Publications (2)1.6 Total impact
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ABSTRACT: Introduction Introduction. Pericardial effusion is a clinical disease that requires multidisciplinary management. Several procedures have been described to perform a sufficient partial pericardiectomy in order to assure optimum drainage and that would also permit biopsy samples to be obtained. The purpose of this work is to evaluate the profitability of the partial pericardiectomy through video-assisted thoracoscopic surgery (VTS) in pericardial effusions with clinical suspicion of benignancy, evaluating its indications and its added value compared to other techniques. Material and methods We have performed pericardiectomies in 19 patients with clinical suspicions of benignancy using VTS. The indication was established due to the appearance of symptoms that could be attributed to effusion or when it was necessary to obtain samples. The presence of radiological and/or ultrasonographic signs of constrictive pericarditis or clinical instability were contraindications for the technique. Results The diagnosis after the pathology study was chronic inflammation in 6 cases, active tuberculosis (TBC) in 2 cases and uremic pericarditis in 4 more cases. Previously undiagnosed neoplastic etiology was established in 2 patients; in 5 cases, postsurgical effusions of cardiac surgery were drained. Conclusions VTS is an adequate technique for the diagnostic-therapeutic management of those undiagnosed pericardial effusions and in post-surgical ones. Its high diagnostic performance, low morbidity and almost null existence of relapses has made it especially indicated in cases where it is necessary to obtain samples and the foreseeable survival is long.Revista de Patología Respiratoria. 04/2009; 12(2):74–77.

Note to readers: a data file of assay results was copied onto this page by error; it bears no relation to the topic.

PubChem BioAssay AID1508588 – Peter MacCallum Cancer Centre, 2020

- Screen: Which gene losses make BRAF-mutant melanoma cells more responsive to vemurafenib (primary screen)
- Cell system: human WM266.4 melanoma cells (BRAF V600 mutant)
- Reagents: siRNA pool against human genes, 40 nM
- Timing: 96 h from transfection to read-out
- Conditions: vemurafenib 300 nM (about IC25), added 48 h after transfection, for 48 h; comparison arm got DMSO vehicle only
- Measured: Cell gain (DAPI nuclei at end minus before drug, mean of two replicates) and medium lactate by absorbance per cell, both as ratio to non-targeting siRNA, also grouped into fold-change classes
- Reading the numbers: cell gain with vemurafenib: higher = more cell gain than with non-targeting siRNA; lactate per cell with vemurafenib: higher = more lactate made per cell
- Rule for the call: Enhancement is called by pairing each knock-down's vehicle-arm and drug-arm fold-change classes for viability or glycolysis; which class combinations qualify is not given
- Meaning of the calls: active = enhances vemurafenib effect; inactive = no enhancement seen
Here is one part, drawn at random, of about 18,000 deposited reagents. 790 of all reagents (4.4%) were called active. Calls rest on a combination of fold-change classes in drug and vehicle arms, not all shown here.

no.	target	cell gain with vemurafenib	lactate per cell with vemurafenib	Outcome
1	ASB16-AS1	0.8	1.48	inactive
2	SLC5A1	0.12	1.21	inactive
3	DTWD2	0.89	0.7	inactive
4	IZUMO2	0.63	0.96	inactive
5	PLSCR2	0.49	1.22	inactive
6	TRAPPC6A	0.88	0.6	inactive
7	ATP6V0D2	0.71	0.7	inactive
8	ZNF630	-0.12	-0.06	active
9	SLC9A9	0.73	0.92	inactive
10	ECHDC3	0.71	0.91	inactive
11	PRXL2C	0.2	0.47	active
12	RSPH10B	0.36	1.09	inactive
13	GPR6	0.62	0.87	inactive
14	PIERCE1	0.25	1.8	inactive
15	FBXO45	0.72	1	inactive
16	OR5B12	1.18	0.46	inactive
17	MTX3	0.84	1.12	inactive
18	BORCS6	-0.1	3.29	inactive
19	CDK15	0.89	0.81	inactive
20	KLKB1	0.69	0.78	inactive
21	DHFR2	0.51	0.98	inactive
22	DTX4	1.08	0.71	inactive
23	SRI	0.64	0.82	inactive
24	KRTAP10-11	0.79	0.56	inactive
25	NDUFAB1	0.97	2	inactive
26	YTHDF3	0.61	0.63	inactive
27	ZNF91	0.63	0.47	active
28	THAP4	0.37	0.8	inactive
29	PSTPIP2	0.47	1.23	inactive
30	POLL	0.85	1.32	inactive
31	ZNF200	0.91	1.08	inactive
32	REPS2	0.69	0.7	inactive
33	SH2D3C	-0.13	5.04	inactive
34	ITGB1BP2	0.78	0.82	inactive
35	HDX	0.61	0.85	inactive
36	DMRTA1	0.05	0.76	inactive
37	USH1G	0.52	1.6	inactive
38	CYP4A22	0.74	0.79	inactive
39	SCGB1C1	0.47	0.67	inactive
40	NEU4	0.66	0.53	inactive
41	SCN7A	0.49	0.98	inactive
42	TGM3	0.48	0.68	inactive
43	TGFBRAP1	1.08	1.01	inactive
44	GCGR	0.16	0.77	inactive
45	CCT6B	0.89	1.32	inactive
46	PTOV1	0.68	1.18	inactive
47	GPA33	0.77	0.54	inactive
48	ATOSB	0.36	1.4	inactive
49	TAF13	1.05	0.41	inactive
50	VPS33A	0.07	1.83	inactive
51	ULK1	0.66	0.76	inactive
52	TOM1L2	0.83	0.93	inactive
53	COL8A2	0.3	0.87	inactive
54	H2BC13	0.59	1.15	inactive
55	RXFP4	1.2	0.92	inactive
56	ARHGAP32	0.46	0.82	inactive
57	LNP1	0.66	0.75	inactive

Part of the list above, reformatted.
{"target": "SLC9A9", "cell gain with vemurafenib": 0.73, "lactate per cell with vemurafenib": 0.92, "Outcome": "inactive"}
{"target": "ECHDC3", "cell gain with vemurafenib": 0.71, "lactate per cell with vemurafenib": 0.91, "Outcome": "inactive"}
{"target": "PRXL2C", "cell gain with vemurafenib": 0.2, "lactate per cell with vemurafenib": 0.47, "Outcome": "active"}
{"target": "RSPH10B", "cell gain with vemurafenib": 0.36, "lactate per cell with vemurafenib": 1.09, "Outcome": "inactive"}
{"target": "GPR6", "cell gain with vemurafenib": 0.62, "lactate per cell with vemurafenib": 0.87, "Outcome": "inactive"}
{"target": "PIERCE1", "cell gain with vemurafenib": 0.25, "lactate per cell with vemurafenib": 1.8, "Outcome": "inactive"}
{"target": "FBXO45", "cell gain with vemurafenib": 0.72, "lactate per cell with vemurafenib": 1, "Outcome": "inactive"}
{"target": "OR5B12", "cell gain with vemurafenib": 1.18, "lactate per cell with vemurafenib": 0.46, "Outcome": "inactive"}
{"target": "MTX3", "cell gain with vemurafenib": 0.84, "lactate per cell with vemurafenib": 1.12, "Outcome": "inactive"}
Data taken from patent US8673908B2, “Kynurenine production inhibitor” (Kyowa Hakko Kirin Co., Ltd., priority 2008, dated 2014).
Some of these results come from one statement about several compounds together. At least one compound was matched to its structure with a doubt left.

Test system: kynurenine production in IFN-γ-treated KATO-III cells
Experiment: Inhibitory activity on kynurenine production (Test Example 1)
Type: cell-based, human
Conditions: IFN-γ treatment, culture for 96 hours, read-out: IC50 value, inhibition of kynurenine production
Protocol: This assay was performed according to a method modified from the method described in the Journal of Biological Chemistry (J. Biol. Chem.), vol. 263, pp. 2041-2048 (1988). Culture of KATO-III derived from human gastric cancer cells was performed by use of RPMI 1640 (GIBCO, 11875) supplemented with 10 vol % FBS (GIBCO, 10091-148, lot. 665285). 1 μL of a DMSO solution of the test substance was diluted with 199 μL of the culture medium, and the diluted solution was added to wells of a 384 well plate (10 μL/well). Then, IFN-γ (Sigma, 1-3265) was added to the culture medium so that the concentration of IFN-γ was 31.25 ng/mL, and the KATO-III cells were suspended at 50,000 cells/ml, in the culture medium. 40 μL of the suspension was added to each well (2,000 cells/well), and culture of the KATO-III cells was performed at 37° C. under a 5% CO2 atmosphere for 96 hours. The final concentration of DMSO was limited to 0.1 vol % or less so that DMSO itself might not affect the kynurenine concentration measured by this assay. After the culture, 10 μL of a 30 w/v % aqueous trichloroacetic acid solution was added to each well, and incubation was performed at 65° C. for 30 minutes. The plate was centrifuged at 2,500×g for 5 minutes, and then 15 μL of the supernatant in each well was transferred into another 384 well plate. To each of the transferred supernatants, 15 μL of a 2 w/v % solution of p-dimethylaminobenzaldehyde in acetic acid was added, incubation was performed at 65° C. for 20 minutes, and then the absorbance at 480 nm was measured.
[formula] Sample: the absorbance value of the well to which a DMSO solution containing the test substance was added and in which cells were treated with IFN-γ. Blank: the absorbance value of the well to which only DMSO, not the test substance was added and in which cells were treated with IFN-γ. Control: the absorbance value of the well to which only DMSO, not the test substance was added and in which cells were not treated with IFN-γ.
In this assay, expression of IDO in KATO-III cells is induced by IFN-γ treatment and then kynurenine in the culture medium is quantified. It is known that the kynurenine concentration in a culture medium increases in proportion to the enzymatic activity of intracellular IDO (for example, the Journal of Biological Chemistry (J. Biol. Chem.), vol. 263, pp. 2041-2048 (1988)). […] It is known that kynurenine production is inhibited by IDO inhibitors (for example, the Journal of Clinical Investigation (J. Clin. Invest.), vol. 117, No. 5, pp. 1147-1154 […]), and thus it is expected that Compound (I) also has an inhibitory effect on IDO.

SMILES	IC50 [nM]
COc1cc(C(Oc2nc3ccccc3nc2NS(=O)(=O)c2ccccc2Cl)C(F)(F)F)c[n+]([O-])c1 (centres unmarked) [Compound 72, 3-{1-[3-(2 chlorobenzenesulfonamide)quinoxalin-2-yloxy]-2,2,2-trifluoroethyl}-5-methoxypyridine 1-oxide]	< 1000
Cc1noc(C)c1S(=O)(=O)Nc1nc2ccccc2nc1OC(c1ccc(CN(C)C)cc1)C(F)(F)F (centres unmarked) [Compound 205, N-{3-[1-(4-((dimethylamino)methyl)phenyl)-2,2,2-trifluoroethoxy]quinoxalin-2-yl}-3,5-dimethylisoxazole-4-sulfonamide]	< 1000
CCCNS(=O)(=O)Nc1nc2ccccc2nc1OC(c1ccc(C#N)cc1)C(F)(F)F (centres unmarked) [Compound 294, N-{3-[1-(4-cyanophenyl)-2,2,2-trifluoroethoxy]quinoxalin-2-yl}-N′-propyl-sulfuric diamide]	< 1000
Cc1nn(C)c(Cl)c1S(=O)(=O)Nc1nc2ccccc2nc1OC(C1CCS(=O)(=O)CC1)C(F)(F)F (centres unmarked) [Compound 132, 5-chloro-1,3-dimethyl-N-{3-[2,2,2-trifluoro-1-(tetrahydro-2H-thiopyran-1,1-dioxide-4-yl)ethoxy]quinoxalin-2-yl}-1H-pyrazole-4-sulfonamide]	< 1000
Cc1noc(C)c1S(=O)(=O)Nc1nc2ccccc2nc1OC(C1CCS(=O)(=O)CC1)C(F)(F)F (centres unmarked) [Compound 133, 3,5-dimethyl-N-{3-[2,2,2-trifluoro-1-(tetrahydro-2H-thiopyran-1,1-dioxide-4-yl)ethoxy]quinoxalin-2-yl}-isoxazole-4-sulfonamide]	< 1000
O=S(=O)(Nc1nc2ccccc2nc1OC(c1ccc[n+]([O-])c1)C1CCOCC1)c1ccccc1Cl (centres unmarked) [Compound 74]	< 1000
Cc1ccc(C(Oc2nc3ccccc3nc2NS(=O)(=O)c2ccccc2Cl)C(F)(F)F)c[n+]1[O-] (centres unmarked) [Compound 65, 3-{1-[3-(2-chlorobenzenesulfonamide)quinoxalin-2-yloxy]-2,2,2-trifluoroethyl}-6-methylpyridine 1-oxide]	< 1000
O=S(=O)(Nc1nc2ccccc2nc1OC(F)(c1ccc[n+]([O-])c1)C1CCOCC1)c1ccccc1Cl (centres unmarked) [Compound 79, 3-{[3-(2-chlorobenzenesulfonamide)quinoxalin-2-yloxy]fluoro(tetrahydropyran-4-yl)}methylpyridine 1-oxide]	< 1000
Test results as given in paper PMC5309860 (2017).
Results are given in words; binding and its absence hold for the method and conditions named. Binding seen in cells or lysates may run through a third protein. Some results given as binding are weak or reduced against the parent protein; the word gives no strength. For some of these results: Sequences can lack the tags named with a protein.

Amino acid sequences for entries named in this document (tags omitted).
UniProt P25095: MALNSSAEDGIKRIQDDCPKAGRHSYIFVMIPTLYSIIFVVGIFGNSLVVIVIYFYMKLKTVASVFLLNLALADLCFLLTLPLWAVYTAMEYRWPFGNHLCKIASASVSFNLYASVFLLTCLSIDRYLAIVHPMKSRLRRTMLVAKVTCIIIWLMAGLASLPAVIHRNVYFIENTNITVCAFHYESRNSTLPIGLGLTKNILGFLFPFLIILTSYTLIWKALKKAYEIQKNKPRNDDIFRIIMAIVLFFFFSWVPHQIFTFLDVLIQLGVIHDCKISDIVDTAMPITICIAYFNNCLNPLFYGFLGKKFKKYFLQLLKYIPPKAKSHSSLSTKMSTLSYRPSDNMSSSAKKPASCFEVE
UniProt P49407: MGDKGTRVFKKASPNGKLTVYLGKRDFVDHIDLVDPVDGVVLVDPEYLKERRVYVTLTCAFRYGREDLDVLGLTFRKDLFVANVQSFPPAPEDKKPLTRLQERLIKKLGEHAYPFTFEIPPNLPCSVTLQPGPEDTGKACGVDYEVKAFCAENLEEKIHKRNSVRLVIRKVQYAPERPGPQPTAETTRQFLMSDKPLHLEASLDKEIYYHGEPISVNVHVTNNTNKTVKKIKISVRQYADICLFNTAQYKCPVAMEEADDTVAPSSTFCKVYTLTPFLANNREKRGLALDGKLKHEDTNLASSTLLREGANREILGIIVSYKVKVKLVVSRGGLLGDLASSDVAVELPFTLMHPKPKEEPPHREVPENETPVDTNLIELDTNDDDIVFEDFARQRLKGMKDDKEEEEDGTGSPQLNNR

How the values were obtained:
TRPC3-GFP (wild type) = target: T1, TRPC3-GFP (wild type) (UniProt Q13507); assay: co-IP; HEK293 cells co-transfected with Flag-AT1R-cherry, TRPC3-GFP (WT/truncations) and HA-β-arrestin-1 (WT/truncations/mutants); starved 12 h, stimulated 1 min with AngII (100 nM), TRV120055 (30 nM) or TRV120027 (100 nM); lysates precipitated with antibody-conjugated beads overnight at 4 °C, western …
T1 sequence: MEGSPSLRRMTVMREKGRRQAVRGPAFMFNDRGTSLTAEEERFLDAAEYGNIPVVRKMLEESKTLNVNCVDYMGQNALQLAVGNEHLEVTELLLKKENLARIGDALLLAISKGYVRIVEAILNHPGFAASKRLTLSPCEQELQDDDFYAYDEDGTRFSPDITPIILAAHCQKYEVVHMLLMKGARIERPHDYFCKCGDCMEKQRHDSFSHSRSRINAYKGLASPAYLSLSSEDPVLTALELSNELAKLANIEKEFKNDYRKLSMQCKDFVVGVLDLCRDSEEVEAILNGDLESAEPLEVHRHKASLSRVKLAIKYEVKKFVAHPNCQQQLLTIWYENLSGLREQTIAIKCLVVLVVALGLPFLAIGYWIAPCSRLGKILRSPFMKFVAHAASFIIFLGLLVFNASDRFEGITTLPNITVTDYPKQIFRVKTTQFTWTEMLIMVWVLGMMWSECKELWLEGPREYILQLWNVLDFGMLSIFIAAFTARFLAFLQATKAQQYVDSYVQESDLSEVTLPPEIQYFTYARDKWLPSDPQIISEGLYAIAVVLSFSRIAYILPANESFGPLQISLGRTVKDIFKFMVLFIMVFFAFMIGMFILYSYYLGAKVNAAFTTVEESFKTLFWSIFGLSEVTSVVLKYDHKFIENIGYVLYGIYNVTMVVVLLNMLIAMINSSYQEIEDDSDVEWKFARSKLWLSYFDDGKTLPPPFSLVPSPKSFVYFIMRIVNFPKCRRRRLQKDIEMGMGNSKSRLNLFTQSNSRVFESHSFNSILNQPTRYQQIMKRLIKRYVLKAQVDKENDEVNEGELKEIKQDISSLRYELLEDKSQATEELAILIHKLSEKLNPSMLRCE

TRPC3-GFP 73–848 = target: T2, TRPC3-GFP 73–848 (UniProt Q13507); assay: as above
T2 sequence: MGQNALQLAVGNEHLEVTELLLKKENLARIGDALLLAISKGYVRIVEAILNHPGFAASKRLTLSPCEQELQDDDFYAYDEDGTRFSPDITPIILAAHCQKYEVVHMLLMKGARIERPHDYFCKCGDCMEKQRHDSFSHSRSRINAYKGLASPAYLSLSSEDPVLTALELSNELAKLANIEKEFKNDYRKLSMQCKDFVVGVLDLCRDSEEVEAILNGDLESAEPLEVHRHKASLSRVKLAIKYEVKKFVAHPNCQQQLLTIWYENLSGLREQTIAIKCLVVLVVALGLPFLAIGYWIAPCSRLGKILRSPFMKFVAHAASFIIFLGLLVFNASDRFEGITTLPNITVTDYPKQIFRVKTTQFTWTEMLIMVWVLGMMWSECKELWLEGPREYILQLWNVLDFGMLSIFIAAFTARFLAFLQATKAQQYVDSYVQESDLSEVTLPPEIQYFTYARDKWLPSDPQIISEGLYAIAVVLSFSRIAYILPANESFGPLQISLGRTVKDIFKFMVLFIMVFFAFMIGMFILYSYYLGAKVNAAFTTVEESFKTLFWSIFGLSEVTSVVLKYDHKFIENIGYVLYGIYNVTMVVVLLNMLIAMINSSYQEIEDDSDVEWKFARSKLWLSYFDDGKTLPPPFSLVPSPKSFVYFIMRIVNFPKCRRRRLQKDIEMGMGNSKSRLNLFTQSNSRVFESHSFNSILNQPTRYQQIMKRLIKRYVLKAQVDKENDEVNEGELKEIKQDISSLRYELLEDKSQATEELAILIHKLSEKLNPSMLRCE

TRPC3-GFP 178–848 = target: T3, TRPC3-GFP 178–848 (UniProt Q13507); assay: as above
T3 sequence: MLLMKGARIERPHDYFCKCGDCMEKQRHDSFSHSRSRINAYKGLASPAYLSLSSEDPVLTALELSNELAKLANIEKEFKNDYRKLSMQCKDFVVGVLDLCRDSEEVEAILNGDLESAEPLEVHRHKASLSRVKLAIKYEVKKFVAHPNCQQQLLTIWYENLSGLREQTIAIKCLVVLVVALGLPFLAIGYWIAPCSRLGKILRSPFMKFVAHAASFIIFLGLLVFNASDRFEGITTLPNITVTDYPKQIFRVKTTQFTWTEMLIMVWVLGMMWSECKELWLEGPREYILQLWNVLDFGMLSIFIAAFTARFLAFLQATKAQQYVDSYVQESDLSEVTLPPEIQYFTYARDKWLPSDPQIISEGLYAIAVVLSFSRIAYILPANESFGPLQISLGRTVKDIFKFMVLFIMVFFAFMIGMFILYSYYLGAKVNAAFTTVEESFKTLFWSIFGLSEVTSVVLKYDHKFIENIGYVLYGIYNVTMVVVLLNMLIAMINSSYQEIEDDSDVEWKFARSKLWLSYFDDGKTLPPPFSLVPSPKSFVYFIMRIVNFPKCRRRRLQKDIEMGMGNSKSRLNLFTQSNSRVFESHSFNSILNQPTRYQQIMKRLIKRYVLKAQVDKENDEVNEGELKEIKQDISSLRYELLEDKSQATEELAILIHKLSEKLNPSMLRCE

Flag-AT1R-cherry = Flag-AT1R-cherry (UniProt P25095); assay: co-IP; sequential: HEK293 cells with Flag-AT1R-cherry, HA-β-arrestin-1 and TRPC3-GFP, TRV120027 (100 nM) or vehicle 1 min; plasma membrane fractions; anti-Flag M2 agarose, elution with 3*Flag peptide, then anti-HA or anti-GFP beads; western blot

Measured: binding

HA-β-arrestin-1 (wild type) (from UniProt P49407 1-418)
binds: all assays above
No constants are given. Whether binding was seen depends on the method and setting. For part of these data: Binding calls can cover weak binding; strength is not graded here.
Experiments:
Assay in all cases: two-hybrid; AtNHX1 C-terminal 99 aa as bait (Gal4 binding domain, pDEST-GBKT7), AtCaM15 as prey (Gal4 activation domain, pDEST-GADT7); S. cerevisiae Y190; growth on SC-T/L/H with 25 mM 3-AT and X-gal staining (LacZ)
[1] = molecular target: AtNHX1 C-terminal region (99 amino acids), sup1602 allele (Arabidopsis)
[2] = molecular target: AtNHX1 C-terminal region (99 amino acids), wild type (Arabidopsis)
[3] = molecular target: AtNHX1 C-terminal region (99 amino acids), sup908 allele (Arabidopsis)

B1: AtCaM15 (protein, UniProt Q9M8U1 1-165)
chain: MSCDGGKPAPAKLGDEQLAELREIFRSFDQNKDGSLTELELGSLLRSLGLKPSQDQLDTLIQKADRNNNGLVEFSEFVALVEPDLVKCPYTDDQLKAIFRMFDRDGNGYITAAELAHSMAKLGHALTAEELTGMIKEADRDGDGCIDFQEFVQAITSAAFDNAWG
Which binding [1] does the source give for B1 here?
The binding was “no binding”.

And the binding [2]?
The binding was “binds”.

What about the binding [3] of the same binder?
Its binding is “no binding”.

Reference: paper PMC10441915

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ABSTRACT: Surgeons have routinely removed ipsilateral axillary lymph nodes from women with breast cancer for over 100 years. The procedure provides important staging information, enhances regional control of the malignancy and may improve survival. As screening of breast cancer has increased, the mean size of newly diagnosed primary invasive breast cancers has steadily decreased and so has the number of women with lymph node metastases. Recognising that the therapeutic benefit of removing normal nodes may be low, alternatives to the routine level I/II axillary lymph node dissection have been sought. A decade ago sentinel lymph node biopsy (SLNB) was introduced. Because of its high accuracy and relatively low morbidity, this technique is now widely used to identify women with histologically involved nodes prior to the formal axillary node dissection. Specifically, SLNB has allowed surgeons to avoid a formal axillary lymph node biopsy in women with histologically uninvolved sentinel nodes, while identifying women with involved sentinel nodes who derive the most benefit from a completion axillary node dissection. Despite the increasing use of SLNB for initial management of the axilla in women with breast cancer, important questions remain regarding patient selection criteria and optimal surgical methods for performing the biopsy. This article discusses the evolution of axillary node surgery for women with breast cancer.Clinical and Translational Oncology 09/2007; 9(8):513-20. · 1.60 Impact Factor
Consorcio Hospital General Universitario de ValenciaValenza, Valencia, Spain